Tips for Inert Gas Weld Purging of Pipes

Tips for Inert Gas Weld Purging of Pipes

By Dr. Michael Fletcher – Delta Consultants

Effective weld purging is only achieved by making sure that oxygen is displaced from the purge zone prior to and during welding. Any residual oxygen can cause significant loss of corrosion resistance and a reduction in joint strength. It is therefore essential to seal the pipe either side of the joint and maintain this seal throughout the process. The residual level of oxygen in the purge zone needs to be consistent with the welding procedure so continuously monitoring to ensure compliance is crucial.

1. Choose a dependable sealing material

The cheapest is seldom the best so examine the options available. Don’t be tempted to use sealing discs made from polystyrene foam, wood and cardboard  – at best they leak or emit contaminants and at worst they catch fire during the hot weld cycle.

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Fig 1. These examples from the QuickPurge1 range are representative of proven purge systems. They employ components made from materials that are stable, thermally resistant, durable and non-toxic. They cover the entire pipe size range between 150mm and 2400mm diameter giving an effective seal in each case and a low purge volume.

2. Use a complete purging system

Don’t try to economise by making use of whatever happens to be around at the time. Separate seals for the pipe and rubber tubing for the inert gas, all held together with bits of tape seldom succeeds. Invariably this is time consuming and can only be used once.

Find systems using inflatable dams. Commercial equipment is now available in which gas flow and pressure and purge gas quality are all pre-set. Complete monitoring instrumentation can be incorporated to ensure a high level of quality control. These systems have been designed for multiple uses and are rugged enough to cope with site conditions whilst still reducing overall purging and welding time very significantly.

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Fig 2. These PurgElite1 systems employ the latest advances in technology and are fully integrated to keep purge times and cost to a minimum. Sizes between 25 and 600 mm diameter are available. The hoses are completely flexible and allow the systems to transverse 90º bends.

3. Establish what level of oxygen in the purge gas is acceptable

There is plenty of published information available that establishes what the maximum oxygen content needs to be to prevent loss of mechanical and physical properties in the weld. This depends on the material being welded but generally, some stainless steel welding requires a low level whereas most carbon steels are much less sensitive.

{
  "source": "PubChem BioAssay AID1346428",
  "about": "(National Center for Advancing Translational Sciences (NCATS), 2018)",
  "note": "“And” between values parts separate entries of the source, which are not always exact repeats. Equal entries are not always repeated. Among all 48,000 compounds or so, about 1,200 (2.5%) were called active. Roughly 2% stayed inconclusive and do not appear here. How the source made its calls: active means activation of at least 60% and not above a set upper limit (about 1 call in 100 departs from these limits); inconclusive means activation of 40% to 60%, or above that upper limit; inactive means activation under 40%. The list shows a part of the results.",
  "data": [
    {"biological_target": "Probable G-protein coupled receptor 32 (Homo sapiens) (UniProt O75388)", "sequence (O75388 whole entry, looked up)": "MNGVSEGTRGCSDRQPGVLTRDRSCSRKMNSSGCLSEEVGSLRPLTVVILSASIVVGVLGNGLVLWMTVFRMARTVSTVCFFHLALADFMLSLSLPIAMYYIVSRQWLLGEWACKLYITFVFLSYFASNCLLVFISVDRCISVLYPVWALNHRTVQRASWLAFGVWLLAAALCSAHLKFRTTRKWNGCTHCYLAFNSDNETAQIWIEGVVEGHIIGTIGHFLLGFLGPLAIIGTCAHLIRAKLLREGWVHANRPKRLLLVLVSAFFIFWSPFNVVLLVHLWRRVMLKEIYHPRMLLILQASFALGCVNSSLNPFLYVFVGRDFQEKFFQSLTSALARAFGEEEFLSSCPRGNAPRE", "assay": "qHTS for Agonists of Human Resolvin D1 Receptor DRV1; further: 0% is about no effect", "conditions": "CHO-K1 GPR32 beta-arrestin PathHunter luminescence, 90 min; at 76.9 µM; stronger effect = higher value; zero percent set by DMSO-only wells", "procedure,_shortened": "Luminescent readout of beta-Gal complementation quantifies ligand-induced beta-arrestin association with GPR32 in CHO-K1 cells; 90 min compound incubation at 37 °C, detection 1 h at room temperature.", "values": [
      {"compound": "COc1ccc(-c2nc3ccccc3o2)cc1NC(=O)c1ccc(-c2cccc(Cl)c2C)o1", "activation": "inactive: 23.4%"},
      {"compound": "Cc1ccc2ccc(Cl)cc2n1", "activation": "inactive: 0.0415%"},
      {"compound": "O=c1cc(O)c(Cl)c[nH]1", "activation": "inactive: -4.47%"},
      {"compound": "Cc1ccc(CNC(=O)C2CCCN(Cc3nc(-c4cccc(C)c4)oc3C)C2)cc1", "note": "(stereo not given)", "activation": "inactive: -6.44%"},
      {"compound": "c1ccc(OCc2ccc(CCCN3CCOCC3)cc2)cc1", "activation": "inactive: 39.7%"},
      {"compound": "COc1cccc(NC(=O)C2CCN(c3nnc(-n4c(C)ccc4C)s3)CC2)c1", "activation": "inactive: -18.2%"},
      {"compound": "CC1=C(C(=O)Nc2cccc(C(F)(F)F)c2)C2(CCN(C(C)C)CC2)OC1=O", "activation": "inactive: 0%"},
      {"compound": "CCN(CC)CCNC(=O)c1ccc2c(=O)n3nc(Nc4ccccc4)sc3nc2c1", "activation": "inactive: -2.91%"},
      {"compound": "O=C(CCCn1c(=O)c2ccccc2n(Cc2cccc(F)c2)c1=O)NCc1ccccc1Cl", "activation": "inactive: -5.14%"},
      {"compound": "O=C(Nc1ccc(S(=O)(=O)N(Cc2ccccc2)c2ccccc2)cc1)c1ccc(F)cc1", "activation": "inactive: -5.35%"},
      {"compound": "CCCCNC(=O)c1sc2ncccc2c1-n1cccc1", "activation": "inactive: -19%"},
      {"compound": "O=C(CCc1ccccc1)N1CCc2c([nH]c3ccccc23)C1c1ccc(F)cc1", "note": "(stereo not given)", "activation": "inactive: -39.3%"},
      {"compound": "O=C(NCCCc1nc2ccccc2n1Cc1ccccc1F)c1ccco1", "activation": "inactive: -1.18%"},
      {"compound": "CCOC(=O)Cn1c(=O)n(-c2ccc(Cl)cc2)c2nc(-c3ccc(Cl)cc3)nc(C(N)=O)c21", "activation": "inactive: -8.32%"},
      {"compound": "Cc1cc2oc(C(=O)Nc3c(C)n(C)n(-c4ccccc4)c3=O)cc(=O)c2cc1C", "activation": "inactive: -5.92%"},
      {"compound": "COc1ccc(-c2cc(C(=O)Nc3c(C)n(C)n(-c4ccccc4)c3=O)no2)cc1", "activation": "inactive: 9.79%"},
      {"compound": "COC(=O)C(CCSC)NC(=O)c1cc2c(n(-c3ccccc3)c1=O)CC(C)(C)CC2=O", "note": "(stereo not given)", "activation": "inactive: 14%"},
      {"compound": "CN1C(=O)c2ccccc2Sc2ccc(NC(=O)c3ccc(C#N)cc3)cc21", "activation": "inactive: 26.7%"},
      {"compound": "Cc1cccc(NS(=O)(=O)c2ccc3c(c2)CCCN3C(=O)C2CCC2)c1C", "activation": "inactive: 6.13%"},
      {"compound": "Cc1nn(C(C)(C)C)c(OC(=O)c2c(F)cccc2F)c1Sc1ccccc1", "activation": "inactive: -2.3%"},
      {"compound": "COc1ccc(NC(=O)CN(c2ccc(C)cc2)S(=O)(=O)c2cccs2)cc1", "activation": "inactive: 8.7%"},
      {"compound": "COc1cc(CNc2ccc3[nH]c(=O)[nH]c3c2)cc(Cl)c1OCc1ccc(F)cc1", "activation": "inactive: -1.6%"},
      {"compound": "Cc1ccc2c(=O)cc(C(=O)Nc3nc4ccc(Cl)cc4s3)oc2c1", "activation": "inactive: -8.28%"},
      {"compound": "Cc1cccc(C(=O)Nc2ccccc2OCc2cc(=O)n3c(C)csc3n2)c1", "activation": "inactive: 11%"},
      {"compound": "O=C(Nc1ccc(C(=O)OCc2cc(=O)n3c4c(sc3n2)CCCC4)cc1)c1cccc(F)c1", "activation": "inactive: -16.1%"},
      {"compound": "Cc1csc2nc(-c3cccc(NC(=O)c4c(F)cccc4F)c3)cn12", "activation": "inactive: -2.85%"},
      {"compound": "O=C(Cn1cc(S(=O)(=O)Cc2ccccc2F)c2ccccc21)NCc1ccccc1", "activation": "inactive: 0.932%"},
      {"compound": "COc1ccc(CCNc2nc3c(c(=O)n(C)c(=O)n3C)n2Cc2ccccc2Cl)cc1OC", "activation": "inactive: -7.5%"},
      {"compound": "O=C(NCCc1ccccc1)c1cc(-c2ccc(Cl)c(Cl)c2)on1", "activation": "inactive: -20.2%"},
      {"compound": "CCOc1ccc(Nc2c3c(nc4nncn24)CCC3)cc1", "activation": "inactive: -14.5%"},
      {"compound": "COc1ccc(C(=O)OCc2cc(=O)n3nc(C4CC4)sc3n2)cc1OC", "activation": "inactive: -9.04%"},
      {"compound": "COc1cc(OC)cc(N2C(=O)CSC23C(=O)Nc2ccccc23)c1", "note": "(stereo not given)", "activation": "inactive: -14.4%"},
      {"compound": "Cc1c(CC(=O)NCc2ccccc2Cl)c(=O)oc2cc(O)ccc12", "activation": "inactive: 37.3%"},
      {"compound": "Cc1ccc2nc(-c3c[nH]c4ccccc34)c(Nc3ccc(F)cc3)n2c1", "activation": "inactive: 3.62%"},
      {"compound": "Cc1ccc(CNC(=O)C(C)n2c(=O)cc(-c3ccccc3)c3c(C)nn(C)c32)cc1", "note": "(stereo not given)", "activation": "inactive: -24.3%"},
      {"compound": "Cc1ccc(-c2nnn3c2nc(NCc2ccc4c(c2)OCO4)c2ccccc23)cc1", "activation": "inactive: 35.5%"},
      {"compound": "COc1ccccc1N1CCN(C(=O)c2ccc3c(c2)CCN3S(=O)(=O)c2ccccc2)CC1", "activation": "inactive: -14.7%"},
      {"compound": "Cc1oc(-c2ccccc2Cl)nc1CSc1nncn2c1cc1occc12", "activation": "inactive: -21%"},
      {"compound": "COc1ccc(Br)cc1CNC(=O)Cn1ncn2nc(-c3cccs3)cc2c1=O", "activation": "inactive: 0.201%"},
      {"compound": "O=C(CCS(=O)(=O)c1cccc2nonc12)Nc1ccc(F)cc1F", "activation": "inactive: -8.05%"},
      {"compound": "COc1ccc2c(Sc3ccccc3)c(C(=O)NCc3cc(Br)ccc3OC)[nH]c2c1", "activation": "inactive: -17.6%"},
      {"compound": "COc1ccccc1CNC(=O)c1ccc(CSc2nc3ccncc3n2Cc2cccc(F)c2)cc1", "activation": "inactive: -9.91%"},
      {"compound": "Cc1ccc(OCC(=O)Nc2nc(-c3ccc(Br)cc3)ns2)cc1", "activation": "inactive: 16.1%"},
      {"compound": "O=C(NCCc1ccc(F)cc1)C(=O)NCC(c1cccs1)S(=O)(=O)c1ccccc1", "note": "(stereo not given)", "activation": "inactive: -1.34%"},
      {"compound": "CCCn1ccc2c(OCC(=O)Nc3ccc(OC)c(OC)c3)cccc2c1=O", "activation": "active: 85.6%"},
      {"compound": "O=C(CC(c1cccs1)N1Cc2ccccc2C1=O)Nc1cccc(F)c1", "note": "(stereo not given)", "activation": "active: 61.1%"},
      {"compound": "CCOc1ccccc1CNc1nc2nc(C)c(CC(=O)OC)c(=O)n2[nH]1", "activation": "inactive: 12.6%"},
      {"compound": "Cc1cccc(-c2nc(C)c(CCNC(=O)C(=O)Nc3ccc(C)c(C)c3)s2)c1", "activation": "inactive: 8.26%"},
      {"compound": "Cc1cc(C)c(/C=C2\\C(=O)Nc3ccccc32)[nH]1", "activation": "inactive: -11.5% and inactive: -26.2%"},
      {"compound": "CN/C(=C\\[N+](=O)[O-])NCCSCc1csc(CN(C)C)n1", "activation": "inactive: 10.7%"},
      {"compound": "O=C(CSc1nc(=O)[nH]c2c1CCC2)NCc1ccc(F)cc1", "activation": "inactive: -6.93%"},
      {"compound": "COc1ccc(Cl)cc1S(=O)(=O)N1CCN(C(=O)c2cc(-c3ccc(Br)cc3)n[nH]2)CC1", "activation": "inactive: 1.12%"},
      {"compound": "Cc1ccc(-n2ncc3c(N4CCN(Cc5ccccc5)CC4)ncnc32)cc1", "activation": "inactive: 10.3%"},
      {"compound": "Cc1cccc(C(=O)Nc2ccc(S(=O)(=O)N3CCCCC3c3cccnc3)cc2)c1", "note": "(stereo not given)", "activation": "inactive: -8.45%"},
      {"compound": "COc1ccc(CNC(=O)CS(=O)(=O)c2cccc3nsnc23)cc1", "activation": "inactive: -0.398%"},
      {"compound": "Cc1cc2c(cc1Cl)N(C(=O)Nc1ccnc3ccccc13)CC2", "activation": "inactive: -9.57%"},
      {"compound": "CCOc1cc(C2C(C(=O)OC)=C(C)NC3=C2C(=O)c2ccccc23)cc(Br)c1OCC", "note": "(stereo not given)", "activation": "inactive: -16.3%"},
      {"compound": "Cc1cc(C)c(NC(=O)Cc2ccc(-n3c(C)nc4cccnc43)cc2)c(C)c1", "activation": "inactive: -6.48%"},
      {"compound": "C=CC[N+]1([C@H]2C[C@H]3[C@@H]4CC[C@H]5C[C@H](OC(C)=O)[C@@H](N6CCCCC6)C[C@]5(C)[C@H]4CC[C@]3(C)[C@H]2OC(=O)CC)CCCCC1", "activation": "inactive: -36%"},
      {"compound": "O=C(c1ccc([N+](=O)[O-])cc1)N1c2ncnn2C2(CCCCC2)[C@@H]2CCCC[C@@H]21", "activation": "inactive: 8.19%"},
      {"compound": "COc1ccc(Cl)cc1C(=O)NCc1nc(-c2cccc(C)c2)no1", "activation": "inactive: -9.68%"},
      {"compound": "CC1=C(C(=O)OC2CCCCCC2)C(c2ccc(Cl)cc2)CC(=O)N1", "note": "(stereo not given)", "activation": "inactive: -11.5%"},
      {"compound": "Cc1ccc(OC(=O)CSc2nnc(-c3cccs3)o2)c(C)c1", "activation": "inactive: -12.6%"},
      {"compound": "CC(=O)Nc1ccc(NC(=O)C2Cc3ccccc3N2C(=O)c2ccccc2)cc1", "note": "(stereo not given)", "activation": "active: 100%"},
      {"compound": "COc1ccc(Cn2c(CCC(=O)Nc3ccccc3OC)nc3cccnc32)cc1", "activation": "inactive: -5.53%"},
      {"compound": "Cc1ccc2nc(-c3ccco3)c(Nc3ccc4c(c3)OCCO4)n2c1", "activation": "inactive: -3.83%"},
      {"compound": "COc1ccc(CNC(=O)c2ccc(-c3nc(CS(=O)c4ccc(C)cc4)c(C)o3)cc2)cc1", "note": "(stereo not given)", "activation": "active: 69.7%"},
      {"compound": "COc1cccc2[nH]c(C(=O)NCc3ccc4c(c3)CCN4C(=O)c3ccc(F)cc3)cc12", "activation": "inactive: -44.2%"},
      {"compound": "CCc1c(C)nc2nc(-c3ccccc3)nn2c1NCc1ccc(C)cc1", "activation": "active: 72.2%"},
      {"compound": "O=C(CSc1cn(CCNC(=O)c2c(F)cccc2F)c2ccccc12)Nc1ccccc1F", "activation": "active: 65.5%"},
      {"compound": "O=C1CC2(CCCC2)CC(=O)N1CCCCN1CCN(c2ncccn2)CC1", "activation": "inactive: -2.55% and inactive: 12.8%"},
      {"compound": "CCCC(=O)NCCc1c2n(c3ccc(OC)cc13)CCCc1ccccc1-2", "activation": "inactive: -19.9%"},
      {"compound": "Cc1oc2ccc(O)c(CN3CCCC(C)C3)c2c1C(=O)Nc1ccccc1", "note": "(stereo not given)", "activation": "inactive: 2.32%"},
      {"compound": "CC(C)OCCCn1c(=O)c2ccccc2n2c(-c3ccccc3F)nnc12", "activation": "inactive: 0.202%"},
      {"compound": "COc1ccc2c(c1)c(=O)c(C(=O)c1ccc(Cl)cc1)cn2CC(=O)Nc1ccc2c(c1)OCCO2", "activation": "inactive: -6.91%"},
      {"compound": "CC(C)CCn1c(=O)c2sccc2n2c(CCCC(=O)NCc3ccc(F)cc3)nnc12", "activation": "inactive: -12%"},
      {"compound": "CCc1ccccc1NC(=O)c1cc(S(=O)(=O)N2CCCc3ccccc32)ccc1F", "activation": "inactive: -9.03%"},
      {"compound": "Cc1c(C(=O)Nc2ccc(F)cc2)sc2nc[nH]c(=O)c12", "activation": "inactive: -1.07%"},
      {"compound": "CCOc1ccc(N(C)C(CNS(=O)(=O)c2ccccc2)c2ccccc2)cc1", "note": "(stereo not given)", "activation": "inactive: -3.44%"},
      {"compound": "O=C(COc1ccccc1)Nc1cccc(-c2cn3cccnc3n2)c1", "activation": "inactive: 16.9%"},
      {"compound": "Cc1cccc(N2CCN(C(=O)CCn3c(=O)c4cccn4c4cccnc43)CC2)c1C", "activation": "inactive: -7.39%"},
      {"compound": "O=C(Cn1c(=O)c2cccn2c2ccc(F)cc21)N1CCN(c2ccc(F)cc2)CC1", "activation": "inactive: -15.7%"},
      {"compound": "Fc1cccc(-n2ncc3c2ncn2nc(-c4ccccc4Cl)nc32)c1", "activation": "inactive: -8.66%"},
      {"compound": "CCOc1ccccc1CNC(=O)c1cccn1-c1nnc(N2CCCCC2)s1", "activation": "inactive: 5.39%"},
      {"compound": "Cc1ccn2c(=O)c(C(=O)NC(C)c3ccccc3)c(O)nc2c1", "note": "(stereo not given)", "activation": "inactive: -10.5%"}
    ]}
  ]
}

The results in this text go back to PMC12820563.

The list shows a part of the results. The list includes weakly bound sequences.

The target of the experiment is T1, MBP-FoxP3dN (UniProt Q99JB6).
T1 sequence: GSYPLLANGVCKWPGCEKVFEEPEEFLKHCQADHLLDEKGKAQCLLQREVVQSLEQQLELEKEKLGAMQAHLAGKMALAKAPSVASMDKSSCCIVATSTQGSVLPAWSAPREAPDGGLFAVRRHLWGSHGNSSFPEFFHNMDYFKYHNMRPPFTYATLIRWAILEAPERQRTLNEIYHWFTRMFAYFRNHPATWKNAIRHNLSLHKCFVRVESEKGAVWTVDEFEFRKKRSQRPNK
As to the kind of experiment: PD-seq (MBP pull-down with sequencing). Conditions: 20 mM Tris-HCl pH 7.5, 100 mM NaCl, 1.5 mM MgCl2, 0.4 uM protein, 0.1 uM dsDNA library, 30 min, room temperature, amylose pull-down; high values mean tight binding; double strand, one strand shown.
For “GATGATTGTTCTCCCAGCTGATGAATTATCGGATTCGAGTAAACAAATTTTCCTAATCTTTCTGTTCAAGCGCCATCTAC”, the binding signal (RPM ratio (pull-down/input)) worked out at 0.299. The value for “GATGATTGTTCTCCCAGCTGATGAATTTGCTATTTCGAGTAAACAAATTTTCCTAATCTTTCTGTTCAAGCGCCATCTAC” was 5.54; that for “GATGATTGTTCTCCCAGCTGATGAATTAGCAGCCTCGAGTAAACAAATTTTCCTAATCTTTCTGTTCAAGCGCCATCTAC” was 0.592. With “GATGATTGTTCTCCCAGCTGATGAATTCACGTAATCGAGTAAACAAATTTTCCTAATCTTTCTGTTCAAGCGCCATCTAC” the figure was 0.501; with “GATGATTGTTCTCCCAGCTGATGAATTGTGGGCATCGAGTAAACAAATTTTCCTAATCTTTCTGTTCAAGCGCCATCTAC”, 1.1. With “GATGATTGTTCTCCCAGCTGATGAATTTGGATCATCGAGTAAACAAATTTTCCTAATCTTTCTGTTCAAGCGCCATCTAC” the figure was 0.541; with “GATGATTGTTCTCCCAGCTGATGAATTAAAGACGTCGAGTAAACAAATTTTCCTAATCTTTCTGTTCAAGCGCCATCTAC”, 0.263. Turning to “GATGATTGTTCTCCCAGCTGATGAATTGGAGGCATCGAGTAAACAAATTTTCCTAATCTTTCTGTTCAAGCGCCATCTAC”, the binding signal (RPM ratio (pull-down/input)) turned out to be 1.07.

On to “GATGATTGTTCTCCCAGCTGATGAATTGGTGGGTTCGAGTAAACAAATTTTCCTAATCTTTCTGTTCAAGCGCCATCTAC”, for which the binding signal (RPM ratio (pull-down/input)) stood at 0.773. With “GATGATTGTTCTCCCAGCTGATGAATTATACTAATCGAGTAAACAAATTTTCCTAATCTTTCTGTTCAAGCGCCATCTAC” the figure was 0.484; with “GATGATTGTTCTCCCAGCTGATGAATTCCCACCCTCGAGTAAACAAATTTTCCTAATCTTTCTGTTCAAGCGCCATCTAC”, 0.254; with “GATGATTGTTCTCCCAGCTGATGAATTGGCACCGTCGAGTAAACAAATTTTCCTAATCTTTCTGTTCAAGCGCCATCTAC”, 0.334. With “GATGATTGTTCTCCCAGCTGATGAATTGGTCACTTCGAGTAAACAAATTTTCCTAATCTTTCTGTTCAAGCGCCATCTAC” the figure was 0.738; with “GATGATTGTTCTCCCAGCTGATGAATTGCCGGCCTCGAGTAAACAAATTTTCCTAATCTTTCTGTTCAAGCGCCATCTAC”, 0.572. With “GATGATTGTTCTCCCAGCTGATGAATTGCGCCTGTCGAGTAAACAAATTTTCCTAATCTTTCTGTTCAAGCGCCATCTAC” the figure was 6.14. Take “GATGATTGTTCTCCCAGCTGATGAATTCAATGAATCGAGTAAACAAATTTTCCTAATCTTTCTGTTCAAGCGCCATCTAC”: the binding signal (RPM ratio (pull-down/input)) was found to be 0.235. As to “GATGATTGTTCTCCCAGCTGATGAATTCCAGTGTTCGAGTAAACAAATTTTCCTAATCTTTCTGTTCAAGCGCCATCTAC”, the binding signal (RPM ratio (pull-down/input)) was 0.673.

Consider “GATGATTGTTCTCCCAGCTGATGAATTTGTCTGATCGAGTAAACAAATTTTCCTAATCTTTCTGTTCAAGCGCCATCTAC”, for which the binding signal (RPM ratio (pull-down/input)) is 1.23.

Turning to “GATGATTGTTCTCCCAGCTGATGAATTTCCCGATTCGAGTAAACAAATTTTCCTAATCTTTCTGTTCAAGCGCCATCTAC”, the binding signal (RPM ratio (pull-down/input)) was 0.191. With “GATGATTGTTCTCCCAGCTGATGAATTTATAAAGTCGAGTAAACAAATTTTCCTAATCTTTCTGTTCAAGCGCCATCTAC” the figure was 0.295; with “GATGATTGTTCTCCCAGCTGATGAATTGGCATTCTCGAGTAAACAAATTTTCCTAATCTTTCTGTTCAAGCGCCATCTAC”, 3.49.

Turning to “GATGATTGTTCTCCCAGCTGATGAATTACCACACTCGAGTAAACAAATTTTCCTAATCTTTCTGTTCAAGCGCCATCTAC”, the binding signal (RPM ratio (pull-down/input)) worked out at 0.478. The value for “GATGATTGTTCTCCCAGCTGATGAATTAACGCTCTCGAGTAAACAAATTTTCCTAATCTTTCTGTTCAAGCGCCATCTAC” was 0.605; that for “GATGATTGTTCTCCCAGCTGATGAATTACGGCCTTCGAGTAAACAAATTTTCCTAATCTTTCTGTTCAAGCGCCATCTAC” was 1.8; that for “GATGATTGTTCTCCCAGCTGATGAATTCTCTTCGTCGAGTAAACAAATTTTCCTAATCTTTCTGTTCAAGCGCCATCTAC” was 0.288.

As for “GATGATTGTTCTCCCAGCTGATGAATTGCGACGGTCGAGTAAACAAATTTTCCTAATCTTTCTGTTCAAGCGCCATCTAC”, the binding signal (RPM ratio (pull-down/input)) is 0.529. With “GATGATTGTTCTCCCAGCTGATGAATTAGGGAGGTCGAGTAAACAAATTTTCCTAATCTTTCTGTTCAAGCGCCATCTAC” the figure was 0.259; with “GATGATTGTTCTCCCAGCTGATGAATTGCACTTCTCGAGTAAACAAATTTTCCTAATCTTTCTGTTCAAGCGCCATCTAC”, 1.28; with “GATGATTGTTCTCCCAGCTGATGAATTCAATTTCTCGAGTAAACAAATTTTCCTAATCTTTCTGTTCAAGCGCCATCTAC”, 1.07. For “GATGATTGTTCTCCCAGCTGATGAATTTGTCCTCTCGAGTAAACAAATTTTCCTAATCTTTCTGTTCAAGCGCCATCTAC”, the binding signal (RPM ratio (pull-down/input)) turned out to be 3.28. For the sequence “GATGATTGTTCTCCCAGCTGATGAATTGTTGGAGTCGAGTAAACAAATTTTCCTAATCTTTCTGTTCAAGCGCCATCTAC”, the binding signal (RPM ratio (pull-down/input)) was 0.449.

4. Take care with gas flow

Whatever system is selected ensure that the inert gas enters gas slowly. Argon is heavier than air so introduce it slowly at the bottom of the weld purge space and discharge from the highest point. Helium is lighter than air and needs to be inserted at the top of a cavity and removed at the base.

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Fig 3. Inflated system in place showing gas flow.

5. Don’t rush into the welding sequence

Wait until all the air has been displaced before welding. For many metals this means ensuring a residual oxygen level below 100ppm.

Traditionally, and a practice still followed even by major fabricators, this is based on pure guesswork. If the oxygen content is too high, or varies during welding, oxidation occurs and this often means rejection with the expense of re-machining and therefore production delays. It can also lead to loss of corrosion resistance in stainless steels.

6. Use a purge gas oxygen monitor

Don’t assume that allowing ‘plenty of time’ for purging will remove all the oxygen. If there are leaks in the system, turbulence or simply poor quality purge gas then oxygen levels could be way above those necessary to prevent contamination. The best solution is to use a device capable of accurate and reliable measurement of oxygen level.

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Fig 4. Purge gas oxygen monitor. These instruments have been specially designed for rugged use during site welding and can measure oxygen content as low as 10ppm. They may be hand held, desk mounted or boxed for “ON SITE” use.

7. Read published information about purging

There is plenty of it and examples are shown below. Learn from the experience of others rather than using trial and error methods that could cost time and necessitate re-welding.

References

  1. Argweld products from www.huntingdonfusion.com
  2. Developments in weld purge gas oxygen monitoring technology. Stainless Steel World. March 2015.
  3. Guide to weld discoloration levels in stainless steel. American Welding Society.  AWS D18.2:1999
  4. Choosing an effective weld purging technique. Stainless Steel World. May 2013
  5. Danger of Corrosion when Welding Stainless Steel. Food Safety Magazine Digest Nov 2014 www.foodsafetymagazine.com
  6. Major Advances in Weld Purge Technology. World Pipelines 2014
  7. Latest developments in weld purging www.energyglobal.com

 

 

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